When I was a teenager almost all of my reading was science fiction. I eagerly devoured work by everyone from Brian Aldiss to Roger Zelazny. I knew the history, geography and social customs from Trantor to Terminus via Arakis and Pern.
One of the greatest of all the authors that I read was Ray Bradbury and I was saddened to learn of his recent death. I think I probably first came across his books on a rainy holiday in Wales. The local Woolworths had some cheap paperbacks where I picked up one with an especially garish cover. It was The Illustrated Man. (in the same basket I also found and read Walter Tevis's The Man Who Fell To Earth years before anyone thought of making it into a film).
I took my small collection of novels home to the caravan on the holiday camp and read them while it rained. The Illustrated Man was an instant hit. I especially remember the framing device of the man whose tattoos come to life to tell the stories, the creepy "The Veldt" and the atmospheric The Long Rain which seemed to mirror my own holiday that year.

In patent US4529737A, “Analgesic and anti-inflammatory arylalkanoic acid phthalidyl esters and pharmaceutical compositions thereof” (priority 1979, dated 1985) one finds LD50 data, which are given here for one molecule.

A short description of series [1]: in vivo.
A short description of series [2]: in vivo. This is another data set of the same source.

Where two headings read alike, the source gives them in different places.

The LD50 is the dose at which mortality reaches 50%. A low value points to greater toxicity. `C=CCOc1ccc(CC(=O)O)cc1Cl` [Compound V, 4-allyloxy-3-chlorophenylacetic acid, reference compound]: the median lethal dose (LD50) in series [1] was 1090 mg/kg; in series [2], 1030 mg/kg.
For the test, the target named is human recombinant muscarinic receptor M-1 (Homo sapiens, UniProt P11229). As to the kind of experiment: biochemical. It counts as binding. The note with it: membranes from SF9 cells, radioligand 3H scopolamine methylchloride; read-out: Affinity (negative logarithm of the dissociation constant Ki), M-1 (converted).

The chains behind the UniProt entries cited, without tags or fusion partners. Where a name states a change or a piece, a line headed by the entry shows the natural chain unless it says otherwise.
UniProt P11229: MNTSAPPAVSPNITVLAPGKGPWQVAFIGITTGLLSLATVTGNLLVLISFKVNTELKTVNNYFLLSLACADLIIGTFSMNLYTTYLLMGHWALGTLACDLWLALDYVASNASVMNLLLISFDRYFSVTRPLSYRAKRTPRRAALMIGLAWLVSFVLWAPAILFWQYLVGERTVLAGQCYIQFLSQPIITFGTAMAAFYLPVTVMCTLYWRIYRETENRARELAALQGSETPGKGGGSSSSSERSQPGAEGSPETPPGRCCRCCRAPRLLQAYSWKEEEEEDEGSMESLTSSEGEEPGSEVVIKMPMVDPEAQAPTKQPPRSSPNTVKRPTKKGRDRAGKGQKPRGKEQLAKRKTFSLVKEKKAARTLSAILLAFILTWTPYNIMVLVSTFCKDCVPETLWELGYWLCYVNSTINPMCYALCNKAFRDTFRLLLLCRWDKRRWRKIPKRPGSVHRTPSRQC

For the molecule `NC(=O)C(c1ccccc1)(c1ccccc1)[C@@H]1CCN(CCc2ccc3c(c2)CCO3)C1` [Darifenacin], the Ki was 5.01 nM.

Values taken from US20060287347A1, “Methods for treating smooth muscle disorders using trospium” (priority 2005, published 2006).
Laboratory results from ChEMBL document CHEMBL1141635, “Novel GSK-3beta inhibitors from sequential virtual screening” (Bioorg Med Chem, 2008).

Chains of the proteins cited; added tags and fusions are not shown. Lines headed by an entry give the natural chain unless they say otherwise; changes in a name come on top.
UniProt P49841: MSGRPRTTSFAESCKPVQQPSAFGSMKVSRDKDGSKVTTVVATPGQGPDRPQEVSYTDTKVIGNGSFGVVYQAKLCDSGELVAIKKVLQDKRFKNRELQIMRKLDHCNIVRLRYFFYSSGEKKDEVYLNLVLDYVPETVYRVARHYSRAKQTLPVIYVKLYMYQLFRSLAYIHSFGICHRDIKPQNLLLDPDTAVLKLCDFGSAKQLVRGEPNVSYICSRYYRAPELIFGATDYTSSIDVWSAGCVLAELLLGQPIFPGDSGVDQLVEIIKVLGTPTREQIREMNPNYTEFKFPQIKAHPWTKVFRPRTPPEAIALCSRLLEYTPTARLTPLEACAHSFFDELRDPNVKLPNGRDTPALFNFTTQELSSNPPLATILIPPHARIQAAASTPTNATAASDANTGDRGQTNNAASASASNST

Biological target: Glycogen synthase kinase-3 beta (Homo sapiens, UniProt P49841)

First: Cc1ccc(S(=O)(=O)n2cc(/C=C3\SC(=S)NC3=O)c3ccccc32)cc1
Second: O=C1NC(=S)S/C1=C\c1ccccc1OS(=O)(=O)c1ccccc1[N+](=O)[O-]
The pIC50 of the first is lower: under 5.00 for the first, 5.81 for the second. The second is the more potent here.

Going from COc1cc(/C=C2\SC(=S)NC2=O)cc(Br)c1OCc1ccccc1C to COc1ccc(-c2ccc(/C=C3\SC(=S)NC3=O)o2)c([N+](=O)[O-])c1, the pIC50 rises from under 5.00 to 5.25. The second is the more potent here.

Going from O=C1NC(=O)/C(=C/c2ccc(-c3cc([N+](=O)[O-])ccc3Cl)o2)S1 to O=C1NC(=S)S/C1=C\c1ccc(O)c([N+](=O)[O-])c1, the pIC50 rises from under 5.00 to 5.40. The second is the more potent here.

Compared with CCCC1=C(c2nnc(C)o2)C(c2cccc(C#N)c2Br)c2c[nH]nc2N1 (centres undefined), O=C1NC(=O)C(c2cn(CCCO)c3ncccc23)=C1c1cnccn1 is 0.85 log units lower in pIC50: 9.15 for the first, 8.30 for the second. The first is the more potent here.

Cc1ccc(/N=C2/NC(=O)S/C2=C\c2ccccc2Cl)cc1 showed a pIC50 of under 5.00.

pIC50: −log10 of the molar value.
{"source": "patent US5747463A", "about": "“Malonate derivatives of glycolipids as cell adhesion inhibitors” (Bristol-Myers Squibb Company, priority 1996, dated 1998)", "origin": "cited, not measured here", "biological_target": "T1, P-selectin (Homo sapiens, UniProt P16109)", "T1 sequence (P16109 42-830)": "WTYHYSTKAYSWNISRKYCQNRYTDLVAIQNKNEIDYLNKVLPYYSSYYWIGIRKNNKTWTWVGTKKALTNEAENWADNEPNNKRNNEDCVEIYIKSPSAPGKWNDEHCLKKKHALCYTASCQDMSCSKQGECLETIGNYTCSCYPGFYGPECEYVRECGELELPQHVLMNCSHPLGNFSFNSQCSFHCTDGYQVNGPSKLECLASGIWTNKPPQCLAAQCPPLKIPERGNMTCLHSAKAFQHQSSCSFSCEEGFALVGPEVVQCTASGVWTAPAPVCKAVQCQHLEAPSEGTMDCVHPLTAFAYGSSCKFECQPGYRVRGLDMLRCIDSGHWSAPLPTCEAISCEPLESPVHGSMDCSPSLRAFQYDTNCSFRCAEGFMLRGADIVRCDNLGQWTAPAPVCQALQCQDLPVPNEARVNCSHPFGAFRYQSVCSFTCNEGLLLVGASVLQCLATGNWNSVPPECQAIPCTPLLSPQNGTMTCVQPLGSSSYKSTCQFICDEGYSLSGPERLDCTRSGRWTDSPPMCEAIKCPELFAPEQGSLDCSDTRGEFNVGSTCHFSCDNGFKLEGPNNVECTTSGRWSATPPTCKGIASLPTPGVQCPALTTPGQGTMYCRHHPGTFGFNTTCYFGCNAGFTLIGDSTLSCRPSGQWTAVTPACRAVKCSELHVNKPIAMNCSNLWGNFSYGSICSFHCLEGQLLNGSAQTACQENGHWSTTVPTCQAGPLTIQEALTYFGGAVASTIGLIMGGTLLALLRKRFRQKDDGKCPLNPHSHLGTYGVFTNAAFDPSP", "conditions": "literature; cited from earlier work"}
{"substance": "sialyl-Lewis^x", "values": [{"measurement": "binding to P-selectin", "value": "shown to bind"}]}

I can't claim that at the time I picked Ray Bradbury out for any special treatment. I read any and every science fiction that I could get. and Ray Bradbury was one of thousands but at this distance he's one of the handful that I still remember well. The Martian Chronicles, Fahrenheit 451, Dandelion Wine, and all those glorious collections of short stories – I read them all and remember them to this day.
And that is the mark of a great author.
Now I must go and track down all the things he published after I broadened my reading and lost touch with many authors I had read before.